Python 2.6 and pycURL are using the same C Rutime. Problem was, MinGW's
.a was wrong: it exports symbols that msvcr90.dll does not in fact
possess. Building pycURL with the faulty libmsvcr90.a causes the opaque
error message: "ImportError: DLL load failed"

Now I expected this meant an explict LoadLibrary() GetProcAddress()
sequence was failing in the extension but perhaps that's not what
happens at all?
Chris




 
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Chris Cormie
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Posts: n/a
 
      02-24-2009
John Machin wrote:
> On Feb 23, 11:41 pm, Chris Cormie <(E-Mail Removed)> wrote:
>>> If that not-very-technical description [all I've ever needed] doesn't
>>> help, you'll need to read the DW help file (HTFF1K) or wait till
>>> someone who knows what they are doing comes along

>> LOL, I am that person

>
> It wasn't apparent, and still isn't.


Yikes, enough with the rudeness people. I'm asking a reasonable question
in a good faith.
 
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Chris Cormie
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Posts: n/a
 
      02-24-2009
Mark Hammond wrote:
> On 23/02/2009 11:41 PM, Chris Cormie wrote:
>>
>>> If that not-very-technical description [all I've ever needed] doesn't
>>> help, you'll need to read the DW help file (HTFF1K) or wait till
>>> someone who knows what they are doing comes along

>>
>> LOL, I am that person

>
> LOL sounds right!
>
>> How do you get *Python* to tell you the dll and the problem symbol? Not
>> external tools, Python. Python at a low level is calling LoadLibrary and
>> GetProcAddress to resolve symbols and the call fails.

>
> It is the LoadLibrary that is failing; it should be obvious that if it
> was a simple GetProcAddress that was failing, Python would simply throw
> an exception rather than displaying the ugly dialog box you see.
>
> The problem is that some *other* DLL in the chain of dependencies is
> failing to load; please re-adjust your perceptions of your own knowledge
> and re-read John's initial response - if you follow his instructions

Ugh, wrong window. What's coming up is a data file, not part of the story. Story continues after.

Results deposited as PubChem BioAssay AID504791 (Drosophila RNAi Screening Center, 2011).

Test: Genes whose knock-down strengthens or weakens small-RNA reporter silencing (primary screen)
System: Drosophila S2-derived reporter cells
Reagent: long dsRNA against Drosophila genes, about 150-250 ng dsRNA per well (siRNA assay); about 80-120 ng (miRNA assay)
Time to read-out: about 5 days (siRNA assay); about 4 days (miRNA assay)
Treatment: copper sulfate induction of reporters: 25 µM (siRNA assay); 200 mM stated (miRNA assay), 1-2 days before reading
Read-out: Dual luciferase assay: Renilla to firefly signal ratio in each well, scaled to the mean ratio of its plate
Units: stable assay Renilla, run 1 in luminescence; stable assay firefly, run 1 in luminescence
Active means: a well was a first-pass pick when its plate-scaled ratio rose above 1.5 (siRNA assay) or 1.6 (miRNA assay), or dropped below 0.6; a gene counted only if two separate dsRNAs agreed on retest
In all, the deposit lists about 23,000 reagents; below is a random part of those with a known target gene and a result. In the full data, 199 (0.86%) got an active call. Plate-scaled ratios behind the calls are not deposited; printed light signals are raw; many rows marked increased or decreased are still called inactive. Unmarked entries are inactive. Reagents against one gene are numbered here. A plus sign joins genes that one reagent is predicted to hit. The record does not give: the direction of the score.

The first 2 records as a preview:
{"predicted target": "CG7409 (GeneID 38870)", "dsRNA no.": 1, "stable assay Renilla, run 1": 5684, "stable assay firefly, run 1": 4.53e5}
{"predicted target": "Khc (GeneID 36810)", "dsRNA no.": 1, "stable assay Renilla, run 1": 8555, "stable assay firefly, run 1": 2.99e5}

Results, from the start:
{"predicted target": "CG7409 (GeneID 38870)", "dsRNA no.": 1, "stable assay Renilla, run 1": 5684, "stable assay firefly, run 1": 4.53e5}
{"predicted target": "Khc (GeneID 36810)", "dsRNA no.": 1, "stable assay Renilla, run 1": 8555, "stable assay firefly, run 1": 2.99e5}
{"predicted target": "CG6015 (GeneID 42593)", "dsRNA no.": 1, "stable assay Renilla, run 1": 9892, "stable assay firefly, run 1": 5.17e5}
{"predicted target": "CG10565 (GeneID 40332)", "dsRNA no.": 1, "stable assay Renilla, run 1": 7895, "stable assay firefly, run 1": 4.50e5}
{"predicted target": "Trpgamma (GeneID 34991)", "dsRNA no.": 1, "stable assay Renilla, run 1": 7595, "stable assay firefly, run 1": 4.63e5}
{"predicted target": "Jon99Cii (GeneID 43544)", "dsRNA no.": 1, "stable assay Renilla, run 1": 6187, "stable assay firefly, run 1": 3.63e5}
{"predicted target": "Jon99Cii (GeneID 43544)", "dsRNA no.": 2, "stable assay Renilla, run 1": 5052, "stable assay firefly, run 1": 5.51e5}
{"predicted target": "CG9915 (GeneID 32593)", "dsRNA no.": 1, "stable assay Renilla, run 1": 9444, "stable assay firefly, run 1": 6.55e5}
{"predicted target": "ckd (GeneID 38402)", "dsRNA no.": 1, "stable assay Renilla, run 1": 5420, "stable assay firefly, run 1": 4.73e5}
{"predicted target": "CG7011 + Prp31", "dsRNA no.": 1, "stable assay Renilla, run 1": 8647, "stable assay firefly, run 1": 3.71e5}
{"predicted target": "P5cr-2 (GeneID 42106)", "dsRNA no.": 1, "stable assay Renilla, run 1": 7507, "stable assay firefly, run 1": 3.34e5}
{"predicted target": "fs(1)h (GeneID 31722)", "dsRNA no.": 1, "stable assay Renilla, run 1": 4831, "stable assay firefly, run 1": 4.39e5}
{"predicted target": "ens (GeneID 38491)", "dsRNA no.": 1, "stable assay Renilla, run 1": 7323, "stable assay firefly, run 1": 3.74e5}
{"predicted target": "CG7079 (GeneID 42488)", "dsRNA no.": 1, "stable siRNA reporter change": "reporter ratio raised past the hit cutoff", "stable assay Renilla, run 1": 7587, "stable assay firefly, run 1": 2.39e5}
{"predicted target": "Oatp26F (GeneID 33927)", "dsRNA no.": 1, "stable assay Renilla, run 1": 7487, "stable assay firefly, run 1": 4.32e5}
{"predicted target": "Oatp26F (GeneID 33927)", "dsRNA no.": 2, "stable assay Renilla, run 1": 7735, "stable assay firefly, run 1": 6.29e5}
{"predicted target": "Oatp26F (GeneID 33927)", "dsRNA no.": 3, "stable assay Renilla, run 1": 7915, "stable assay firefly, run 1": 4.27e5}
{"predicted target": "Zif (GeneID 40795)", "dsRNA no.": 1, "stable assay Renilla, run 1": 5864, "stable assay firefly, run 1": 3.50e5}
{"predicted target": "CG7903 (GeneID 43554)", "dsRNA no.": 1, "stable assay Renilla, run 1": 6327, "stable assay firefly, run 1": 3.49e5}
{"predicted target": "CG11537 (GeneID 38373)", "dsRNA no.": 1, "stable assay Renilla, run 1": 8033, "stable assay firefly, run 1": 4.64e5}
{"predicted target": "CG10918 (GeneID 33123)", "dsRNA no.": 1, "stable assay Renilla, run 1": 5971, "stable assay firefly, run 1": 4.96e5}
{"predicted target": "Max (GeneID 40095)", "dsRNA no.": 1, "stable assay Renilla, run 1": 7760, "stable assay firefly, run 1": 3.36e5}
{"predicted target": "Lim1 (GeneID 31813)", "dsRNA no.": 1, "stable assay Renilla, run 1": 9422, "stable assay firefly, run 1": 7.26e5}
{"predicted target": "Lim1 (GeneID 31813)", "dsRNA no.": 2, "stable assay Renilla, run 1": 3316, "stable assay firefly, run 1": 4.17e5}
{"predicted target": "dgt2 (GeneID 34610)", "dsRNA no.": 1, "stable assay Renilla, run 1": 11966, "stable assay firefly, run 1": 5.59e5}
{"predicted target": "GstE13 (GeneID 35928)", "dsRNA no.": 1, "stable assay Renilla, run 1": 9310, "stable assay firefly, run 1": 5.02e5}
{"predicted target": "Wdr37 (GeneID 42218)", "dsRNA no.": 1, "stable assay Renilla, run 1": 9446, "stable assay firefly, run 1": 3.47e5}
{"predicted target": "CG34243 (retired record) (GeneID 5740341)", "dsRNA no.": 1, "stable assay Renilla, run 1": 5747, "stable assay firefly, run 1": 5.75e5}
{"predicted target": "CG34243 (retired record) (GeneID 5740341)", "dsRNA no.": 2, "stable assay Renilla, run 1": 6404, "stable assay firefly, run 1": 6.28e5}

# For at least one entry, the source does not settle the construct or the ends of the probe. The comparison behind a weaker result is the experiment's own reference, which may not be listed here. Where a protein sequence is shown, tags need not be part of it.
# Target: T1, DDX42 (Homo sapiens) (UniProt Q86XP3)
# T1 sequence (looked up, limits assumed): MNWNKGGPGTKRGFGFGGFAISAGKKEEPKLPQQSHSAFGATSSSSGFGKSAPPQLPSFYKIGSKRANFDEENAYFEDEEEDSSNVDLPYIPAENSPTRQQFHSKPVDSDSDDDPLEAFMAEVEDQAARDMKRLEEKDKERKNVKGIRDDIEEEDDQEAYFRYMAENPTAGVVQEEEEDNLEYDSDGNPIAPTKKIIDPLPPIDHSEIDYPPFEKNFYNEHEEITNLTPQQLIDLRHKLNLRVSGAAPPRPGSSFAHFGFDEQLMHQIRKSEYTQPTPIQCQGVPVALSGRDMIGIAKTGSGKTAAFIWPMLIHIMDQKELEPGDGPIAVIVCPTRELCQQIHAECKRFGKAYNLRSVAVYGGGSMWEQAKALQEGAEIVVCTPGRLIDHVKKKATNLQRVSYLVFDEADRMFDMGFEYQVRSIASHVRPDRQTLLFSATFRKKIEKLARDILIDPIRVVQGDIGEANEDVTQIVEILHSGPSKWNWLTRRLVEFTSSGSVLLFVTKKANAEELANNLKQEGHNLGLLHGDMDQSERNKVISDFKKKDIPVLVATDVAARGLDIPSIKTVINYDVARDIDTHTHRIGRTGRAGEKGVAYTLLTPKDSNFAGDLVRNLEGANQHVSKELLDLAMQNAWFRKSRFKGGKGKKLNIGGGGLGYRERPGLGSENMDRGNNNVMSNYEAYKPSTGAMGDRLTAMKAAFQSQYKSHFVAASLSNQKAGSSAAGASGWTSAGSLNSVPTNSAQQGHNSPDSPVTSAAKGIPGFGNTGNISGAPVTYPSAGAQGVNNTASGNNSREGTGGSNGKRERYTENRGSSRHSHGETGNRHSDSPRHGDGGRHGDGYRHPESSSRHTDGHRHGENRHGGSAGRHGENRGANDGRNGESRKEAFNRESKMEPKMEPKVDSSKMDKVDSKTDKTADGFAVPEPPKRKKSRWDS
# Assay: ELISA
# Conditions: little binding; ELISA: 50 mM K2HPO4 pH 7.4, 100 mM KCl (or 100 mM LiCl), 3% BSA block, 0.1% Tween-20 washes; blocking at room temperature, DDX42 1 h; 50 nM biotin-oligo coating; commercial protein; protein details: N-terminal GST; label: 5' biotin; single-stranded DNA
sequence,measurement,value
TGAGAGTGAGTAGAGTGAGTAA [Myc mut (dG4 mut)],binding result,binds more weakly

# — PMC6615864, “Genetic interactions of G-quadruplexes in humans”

> that should all become quite obvious.
>
> Mark


I think an example would help rather than me jabbering on about
LoadLibary/GetProcAddress .

It really is a case of Python loads module x depending on DLL y that is
missing symbol z, yet the error message is just "load x failed" when in
theory it could be "load x failed: y doesn't have z".

However I think I am confusing people (and myself!) by assuming it's
always as explicit as a LoadLibary/GetProcAddress sequence that is
failing when people see this error.

Let me explain by giving the specific example case I have to hand.
I originally got on to this class of opaque runtime errors caused by
missing symbols through building the pycURL extension on MinGW. As of
Python 2.6, Python links against the new msvcr90.dll C Runtime. MinGW
maintains a set of .a files for system DLLs including the C Runtime.
When building pycURL naturally I want to link against libmsvcr90.a so
Python 2.6 and pycURL are using the same C Runtime. Problem was, MinGW's
.a was wrong: it exports symbols that msvcr90.dll does not in fact
possess. Building pycURL with the faulty libmsvcr90.a causes the opaque
error message: "ImportError: DLL load failed"

I think Gabriel's got the part of the answer: she said "it isn't Python
who's trying to load the symbol - the *only* symbol that Python attempts
to import itself is "initFOO" from FOO.pyd"

So my next question is: given the above missing-symbol problem, is the
system able/willing to report the bad symbol reference in the .pyd when
Python attempts to import initFOO?

Regards,
Chris.